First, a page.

Open Meeting Law

"The Open Meeting Law is a positive approach to enhance public access to the activity of government at all levels, and to discourage the miss-perception of secrecy surrounding the deliberations and decisions upon which public policy is based."

The new Open Meeting Law took effect on July 1, 2010. Updated regulations were issued by the Attorney General effective October 6, 2017.

  • New requirements for all persons serving on "public bodies" to receive the Attorney General's version of Open Meeting Law, regulations, and educational materials; Town or City Clerk or designee shall maintain written certifications of receipt.
  • Forty-eight (48) hour notice - still required, but now cannot count Saturdays, Sundays, or holidays. Example: Monday night meeting must be posted before Thursday night.
  • Notices must (1) include a list of topics the chair reasonably anticipates will be discussed, i.e., agenda, and (2) be posted in or on a municipal building to be visible to the public at all hours.
  • Emails are expressly included in the definition of "deliberation," which is prohibited outside of open session; but distribution of agendas, scheduling information, or reports to be discussed at the next meeting is permitted.
  • Attendance by a quorum at a location is not a "meeting" if not intended to conduct business and no deliberation occurs - for example, attending a conference, social event, or a meeting of another municipal board.
  • Minutes must contain more detailed information; in addition to "date, place, time and matters discussed," shall include summaries of matters discussed, a list of documents used, and all decisions made/votes taken.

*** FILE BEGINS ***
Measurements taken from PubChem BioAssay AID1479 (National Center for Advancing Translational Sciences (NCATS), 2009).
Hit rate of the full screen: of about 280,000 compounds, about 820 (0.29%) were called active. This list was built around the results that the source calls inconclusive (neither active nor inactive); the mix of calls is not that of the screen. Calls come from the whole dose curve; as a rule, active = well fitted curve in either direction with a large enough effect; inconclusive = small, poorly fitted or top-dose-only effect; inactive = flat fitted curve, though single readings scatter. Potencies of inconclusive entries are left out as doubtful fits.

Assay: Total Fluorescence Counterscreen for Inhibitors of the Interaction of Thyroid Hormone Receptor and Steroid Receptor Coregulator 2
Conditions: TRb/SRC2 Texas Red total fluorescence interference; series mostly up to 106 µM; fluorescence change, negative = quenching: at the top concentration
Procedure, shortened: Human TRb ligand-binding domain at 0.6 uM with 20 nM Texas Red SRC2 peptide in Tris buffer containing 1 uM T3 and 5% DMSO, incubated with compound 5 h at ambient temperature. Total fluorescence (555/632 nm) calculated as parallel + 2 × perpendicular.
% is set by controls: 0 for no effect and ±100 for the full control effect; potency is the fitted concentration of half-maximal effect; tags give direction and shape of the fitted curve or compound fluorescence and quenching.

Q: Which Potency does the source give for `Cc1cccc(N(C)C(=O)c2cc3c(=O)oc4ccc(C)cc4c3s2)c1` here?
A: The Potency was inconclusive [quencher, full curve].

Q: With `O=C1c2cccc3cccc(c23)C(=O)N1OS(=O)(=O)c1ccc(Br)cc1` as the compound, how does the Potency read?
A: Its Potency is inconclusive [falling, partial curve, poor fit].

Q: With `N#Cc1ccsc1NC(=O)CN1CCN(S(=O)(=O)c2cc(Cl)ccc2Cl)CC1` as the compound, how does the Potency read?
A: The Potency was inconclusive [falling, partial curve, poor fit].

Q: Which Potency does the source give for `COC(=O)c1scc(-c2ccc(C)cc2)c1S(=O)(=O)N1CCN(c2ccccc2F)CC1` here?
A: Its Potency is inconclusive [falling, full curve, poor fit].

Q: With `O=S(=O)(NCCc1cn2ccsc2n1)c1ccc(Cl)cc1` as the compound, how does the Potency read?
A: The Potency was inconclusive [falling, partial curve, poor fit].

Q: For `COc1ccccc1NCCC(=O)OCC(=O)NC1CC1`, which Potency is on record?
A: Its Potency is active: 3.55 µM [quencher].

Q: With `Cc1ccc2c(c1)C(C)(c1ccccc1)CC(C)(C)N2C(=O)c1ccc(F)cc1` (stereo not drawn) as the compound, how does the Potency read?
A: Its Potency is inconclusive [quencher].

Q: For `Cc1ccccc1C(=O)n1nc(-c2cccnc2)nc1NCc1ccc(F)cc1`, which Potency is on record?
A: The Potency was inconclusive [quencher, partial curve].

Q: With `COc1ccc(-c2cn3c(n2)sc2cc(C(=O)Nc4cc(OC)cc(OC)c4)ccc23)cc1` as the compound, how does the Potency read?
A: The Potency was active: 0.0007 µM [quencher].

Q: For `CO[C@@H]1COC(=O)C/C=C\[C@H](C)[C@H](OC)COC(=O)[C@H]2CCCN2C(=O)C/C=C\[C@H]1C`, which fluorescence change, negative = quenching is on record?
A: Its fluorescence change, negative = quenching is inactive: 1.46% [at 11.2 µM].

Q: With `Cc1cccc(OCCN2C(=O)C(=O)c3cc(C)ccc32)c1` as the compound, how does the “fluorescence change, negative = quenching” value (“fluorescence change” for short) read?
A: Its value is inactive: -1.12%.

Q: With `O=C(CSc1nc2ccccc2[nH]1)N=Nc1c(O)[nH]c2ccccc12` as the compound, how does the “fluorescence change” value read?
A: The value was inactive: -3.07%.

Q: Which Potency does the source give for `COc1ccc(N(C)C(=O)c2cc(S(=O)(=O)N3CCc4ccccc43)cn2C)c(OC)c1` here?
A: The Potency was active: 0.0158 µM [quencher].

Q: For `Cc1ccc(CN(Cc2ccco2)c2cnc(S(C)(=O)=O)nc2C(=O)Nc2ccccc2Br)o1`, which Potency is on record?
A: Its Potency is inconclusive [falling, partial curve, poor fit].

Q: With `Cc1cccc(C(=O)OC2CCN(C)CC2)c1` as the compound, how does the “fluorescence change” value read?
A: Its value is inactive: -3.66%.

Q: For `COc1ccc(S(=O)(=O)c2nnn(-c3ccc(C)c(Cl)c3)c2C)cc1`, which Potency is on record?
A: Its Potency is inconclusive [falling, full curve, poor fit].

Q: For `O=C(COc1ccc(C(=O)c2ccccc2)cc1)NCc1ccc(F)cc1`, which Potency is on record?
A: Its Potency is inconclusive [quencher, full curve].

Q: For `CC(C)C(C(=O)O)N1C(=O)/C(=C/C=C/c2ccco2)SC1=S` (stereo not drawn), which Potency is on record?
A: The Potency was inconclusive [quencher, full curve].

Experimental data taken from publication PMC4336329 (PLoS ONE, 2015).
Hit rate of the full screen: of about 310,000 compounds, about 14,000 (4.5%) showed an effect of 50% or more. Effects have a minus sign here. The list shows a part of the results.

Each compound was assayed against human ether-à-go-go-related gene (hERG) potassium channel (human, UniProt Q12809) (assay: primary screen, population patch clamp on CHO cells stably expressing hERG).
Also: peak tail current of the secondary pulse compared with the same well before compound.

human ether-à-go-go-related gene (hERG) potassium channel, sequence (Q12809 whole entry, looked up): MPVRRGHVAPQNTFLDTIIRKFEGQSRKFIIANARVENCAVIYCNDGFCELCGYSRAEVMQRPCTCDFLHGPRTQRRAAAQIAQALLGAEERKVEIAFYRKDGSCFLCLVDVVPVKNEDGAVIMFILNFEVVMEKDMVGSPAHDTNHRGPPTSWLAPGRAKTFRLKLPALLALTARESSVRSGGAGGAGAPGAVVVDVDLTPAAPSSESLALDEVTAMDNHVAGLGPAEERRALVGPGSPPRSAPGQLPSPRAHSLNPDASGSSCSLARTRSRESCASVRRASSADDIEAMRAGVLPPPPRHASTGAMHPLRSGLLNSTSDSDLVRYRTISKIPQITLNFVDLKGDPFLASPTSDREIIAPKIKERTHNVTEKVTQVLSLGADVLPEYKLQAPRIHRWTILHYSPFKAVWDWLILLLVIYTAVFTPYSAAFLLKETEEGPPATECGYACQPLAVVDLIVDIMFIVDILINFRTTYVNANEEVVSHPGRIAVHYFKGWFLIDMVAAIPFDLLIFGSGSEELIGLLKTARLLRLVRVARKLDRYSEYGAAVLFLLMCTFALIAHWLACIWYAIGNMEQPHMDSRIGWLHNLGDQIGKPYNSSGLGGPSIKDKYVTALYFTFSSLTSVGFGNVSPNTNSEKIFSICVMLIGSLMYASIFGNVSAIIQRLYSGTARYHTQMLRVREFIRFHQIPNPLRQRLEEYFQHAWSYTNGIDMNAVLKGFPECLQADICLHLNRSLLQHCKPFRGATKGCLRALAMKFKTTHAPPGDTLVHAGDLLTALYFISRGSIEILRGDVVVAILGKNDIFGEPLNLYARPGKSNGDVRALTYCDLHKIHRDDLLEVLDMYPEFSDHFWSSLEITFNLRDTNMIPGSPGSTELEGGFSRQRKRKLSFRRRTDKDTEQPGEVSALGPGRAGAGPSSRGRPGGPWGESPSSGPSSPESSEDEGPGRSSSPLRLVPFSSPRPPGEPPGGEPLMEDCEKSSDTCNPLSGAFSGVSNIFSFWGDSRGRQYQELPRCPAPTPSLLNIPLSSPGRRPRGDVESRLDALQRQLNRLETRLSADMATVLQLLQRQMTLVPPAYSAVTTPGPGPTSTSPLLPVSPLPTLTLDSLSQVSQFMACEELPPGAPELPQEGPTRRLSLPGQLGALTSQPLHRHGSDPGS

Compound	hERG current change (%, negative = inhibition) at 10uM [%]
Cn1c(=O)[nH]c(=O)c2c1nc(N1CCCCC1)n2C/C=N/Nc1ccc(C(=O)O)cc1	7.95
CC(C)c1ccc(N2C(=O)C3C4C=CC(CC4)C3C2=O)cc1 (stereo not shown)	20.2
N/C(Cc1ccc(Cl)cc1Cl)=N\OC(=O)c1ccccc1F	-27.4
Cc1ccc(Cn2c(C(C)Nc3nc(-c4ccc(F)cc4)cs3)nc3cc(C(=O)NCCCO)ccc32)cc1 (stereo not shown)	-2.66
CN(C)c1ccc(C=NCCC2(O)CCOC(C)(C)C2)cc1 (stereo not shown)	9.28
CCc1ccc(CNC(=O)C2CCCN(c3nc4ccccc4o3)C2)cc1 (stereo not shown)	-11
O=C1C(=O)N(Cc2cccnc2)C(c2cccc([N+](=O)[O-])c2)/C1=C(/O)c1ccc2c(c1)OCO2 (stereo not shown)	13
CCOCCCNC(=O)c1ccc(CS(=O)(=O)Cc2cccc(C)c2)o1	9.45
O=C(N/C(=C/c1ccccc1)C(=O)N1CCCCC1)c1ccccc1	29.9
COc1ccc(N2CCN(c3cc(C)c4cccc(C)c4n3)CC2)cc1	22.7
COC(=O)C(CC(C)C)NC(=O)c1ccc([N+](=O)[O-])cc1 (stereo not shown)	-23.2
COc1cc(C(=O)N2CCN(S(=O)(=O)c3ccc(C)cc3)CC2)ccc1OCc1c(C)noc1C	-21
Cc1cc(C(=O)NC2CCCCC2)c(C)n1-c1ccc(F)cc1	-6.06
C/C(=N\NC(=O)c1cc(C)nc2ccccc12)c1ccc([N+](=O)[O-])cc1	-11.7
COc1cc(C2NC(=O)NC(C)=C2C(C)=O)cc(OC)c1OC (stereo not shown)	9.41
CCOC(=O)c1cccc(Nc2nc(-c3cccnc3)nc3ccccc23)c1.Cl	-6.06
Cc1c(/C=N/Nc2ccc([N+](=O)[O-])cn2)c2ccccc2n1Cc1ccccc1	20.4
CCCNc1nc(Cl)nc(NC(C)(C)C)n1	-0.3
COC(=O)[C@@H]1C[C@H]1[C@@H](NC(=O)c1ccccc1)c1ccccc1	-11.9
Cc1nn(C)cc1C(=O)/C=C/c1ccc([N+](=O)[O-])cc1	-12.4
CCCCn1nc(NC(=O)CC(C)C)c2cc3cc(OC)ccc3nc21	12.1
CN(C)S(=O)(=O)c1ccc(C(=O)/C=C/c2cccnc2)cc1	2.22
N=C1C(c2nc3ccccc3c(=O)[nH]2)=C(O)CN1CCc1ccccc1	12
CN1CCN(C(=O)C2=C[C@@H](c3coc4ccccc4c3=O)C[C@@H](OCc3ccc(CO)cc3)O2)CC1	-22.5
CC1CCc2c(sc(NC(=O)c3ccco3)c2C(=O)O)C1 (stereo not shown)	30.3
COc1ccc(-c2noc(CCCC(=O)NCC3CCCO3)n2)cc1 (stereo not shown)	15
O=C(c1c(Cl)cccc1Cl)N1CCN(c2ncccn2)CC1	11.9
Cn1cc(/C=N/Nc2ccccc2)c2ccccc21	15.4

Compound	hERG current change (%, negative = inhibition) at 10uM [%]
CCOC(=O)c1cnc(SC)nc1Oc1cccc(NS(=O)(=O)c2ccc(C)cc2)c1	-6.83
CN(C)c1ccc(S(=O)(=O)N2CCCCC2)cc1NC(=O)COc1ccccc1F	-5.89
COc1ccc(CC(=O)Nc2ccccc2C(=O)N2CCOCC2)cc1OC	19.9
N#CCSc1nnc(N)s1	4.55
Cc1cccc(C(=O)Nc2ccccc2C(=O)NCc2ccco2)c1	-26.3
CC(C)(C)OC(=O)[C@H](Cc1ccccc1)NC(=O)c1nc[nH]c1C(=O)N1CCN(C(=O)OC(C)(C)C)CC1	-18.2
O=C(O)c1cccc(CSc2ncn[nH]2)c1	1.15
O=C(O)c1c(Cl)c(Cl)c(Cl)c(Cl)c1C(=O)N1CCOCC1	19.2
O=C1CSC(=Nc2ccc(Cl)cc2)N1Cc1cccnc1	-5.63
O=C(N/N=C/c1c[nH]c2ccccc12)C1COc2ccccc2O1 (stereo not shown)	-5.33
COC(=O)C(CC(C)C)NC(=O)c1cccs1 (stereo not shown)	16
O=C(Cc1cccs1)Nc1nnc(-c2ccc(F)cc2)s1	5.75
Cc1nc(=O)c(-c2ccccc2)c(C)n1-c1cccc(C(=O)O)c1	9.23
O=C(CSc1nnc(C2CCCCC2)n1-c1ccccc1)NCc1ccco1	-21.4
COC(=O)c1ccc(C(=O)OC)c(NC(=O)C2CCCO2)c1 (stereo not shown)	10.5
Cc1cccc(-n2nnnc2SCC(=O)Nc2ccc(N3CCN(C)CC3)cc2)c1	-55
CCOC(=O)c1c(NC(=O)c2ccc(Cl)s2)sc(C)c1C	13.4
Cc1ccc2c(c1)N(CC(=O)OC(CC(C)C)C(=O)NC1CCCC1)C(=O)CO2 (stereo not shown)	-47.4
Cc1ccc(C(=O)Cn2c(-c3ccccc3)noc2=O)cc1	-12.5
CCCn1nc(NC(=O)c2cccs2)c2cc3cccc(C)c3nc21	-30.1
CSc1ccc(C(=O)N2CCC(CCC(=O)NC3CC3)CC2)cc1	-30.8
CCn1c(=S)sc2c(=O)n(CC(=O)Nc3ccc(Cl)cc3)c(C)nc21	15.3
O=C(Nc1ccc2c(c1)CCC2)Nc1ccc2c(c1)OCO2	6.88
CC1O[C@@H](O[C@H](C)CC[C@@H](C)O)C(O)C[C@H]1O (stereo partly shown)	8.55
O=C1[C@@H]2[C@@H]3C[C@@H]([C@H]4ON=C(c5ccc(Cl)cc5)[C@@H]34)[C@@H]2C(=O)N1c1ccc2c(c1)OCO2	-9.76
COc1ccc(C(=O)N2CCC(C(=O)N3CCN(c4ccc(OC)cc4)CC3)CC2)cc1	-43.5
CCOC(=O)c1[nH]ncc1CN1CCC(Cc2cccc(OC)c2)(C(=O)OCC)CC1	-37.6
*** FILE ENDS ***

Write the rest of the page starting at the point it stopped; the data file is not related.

• Meeting minutes must be approved in a timely manner. Public bodies that approve meeting minutes within the next three meetings, or 30 days, whichever occurs latest, will have approved minutes in a timely manner.
  • Documents and other exhibits, such as photographs, recordings, or maps, used by the body at an open or executive session shall, along with the minutes, be part of the official record of the session.
  • Chairs are required to periodically review executive session minutes and determine if they should be released, or if the purpose of the executive session is still ongoing to keep minutes confidential.
  • Attorney General will assume all interpretation and enforcement authority over Open Meeting Law, and District Attorneys no longer involved. Attorney General has broader enforcement authority.
  • Citizens making complaints of OML violations must file written complaints with the governmental body first; the body submits a reply to the complainant and Attorney General's office.

For more information, contact the Town Clerk's office

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